Internationals Network for Public Schools: A Deeper Learning Approach to Supporting English Language Learners

All too often in U.S. schools, English learners are segregated into classrooms that are on the margins of our educational system. In these learning spaces, English learners are often asked to engage with remedial content and face low expectations. In addition, some educators may perceive secondary students who are English learners as being too old to “catch up.”
Whereas some schools seemingly maintain limited goals and expectations for English learners, the Internationals Network for Public Schools sees potential and has high expectations. Internationals is a network of 27 schools situated within public school districts across the nation that serves
secondary students who are recent immigrants and English learners. The network expects that all of its students will graduate ready for college, career, and life and that all students will be ready to pursue a meaningful postsecondary path.
To meet these expectations, Internationals has developed a school model that emphasizes rigorous academics, linguistic dignity, and bilingualism. Internationals schools integrate language development across content areas while engaging students in deeper learning—pedagogical approaches, including project-based learning, work-based learning, and performance assessments, that allow students to explore their interests and learn academic content in personalized and inquiry-based ways. Deeper learning approaches help students think critically and solve complex problems using mathematical, scientific, and creative reasoning. To this end, teachers engage students in learning experiences that require collaboration, effective communication, and self-directed inquiry, enabling students to “learn how to learn” and develop academic mindsets that increase perseverance and productive learning behaviors.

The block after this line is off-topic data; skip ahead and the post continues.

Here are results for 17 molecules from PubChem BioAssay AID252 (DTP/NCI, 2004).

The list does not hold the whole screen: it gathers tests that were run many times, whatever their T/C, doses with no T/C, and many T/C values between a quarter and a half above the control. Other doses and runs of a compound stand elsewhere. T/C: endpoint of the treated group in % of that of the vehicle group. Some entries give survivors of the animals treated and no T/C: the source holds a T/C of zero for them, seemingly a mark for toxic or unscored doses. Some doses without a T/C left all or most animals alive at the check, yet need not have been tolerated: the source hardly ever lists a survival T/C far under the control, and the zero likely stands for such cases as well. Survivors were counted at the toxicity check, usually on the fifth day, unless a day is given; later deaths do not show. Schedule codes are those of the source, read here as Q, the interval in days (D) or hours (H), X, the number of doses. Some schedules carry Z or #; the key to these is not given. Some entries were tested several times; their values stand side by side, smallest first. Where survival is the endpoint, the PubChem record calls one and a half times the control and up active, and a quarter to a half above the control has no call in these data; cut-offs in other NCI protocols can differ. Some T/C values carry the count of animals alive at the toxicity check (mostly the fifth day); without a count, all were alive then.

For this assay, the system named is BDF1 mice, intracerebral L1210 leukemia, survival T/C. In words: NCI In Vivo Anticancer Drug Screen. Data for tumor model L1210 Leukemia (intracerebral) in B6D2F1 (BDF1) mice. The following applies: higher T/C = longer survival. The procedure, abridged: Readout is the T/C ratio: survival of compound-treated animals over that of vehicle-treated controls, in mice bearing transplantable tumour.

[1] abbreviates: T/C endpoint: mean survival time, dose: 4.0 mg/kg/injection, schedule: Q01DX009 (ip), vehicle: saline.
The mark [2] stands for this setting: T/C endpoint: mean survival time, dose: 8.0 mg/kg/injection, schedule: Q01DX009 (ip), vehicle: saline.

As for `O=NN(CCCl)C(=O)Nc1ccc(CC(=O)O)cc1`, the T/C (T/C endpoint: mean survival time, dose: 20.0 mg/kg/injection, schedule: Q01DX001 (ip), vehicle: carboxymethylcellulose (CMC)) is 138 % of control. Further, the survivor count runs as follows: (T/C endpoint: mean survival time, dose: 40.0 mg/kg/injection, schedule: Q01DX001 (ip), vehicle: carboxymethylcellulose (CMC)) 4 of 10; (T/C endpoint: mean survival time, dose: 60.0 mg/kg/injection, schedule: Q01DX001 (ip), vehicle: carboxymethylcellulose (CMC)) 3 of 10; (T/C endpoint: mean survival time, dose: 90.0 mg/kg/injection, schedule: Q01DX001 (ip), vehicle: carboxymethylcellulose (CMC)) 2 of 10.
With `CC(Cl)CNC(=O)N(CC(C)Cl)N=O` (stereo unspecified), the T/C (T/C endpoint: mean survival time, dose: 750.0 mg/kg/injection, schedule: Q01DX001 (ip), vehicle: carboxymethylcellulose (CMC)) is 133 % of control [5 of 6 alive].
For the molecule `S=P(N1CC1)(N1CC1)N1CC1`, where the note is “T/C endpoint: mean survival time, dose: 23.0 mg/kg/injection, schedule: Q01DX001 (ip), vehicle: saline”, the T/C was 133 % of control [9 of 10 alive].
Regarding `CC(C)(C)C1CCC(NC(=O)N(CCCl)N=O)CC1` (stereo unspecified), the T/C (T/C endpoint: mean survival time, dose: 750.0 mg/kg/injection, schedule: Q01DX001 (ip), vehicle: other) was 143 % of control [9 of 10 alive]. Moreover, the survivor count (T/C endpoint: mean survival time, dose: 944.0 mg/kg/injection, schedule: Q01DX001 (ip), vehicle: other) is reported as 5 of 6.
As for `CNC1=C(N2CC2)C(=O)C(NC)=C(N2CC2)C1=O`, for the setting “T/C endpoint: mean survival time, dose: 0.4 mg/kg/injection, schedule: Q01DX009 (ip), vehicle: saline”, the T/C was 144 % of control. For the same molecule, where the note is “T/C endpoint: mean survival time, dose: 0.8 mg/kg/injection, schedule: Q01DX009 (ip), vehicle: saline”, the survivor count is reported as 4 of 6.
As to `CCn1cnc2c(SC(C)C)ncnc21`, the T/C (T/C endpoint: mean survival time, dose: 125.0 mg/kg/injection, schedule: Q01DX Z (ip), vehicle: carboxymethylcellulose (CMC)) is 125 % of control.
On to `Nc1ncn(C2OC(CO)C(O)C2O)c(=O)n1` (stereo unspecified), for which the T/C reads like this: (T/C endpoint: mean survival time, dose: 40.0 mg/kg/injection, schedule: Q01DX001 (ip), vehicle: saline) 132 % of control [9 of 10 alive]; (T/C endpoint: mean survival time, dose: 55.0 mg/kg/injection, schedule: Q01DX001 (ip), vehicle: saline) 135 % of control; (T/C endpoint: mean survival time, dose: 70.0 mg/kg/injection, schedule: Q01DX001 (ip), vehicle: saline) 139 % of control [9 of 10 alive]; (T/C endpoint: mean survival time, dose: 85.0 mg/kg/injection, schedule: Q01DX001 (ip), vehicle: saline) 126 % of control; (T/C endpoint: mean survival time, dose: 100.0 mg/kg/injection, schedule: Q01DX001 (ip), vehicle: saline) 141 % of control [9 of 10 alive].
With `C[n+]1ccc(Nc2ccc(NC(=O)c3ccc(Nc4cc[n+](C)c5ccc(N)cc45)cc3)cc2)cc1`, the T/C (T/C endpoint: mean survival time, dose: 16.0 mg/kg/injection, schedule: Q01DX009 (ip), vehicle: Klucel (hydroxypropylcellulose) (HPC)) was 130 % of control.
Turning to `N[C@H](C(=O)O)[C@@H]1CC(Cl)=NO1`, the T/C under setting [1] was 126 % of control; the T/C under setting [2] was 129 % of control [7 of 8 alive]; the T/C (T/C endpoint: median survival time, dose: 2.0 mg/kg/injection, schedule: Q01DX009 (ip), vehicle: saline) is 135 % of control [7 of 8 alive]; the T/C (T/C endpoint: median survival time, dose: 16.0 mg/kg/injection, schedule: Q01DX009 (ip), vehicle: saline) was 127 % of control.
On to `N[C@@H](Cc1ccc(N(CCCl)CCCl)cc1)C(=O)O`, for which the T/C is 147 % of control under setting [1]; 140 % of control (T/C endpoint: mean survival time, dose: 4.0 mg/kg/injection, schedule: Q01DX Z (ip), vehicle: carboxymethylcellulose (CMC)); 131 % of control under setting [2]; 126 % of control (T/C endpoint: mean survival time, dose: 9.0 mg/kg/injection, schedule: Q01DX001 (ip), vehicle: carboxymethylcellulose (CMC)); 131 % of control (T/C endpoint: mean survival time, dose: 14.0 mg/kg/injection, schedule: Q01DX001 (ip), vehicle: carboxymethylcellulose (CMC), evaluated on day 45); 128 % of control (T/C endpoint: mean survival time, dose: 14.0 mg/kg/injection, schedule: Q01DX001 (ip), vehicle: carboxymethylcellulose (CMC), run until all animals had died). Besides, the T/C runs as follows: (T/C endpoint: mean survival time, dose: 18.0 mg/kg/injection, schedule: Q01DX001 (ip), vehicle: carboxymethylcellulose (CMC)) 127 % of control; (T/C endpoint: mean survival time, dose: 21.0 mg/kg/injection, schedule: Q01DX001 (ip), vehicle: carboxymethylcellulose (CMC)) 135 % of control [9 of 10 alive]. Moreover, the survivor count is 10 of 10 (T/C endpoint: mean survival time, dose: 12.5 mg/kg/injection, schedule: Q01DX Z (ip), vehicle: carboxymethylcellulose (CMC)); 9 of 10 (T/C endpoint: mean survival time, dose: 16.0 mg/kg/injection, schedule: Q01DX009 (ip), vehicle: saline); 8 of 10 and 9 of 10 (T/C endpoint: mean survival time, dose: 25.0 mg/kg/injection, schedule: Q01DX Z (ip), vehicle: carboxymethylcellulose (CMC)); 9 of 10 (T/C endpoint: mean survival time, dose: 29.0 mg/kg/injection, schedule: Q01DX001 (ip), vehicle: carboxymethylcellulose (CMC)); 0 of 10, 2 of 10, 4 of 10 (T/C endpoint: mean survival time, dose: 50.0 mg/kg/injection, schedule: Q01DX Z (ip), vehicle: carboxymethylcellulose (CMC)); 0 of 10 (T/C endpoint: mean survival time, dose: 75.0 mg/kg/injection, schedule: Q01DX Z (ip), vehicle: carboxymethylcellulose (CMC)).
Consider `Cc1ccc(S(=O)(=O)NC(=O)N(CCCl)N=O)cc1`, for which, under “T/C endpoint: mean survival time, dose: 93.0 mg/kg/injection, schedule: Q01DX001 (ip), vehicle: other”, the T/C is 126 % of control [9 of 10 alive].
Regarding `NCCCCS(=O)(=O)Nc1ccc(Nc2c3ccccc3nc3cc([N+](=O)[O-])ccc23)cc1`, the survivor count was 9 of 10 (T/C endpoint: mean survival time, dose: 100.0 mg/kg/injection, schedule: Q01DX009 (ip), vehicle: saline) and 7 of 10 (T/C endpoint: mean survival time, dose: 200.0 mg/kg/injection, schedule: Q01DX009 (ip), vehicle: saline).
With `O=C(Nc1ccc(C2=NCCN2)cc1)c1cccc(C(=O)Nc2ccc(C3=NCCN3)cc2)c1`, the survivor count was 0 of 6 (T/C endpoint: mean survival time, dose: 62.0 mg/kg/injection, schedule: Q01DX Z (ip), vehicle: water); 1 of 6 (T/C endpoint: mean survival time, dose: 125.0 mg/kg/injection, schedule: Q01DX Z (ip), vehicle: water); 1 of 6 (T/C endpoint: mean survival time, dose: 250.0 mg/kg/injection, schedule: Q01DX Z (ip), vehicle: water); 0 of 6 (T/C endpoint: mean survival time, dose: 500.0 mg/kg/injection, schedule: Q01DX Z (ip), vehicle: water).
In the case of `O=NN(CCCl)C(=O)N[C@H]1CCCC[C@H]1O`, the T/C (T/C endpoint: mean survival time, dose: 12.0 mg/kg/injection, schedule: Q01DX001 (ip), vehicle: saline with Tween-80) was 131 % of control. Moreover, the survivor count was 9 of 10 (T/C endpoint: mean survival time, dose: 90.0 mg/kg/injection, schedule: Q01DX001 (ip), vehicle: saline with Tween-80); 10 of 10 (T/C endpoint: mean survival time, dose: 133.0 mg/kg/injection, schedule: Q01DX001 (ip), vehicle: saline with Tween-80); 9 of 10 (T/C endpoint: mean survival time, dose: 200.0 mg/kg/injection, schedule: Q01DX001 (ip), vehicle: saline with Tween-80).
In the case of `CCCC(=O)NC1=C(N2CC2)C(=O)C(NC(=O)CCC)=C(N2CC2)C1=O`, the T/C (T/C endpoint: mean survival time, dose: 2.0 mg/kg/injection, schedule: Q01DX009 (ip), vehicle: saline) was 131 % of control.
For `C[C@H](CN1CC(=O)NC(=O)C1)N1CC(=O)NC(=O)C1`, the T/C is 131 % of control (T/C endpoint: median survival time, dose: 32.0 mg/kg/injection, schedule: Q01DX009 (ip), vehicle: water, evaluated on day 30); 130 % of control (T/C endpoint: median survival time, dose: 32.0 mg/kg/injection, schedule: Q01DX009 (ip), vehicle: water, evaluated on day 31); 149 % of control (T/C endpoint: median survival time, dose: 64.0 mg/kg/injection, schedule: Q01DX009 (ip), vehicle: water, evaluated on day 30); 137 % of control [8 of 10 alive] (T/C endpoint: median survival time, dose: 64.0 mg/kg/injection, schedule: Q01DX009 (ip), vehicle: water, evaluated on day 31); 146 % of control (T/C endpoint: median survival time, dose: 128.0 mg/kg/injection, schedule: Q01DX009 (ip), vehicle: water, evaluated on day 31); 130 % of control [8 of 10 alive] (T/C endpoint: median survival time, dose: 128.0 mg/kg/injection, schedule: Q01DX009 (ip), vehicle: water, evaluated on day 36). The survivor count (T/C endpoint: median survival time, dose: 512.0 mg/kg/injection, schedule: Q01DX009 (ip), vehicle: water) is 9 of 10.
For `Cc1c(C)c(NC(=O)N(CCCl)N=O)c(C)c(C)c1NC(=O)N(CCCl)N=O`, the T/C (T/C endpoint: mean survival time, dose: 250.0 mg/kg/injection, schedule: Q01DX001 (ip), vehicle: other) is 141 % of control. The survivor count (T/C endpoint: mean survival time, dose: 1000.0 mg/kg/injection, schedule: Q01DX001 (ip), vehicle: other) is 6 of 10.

In addition to these pedagogical features, Internationals’ students are further supported by school structures that address their social and emotional needs, including regular access to social workers, counselors, and wrap around services. The inclusion of language and content integration, a deeper learning approach, and a focus on the whole student has allowed Internationals to provide a range of coordinated supports that produce strong outcomes for English learners.
This report highlights how Internationals has managed to re-create, sustain, and spread its complex and equity-oriented model across the country, even in the face of the challenges that arise when seeking to create substantive changes to teaching and learning. The report begins with a description of the network’s model and how it designs schools with structures—such as mixed-age classes, teaching looping, interdisciplinary team collaboration, and advisories—to bring its vision and commitments to life. In addition, it identifies the systems and structures that have enabled
Internationals to re-create its model in a high-quality manner. The report suggests that:

  1. Internationals works collaboratively with local practitioners to establish its schools, helping ensure that its deeper learning model is feasible and sustainable.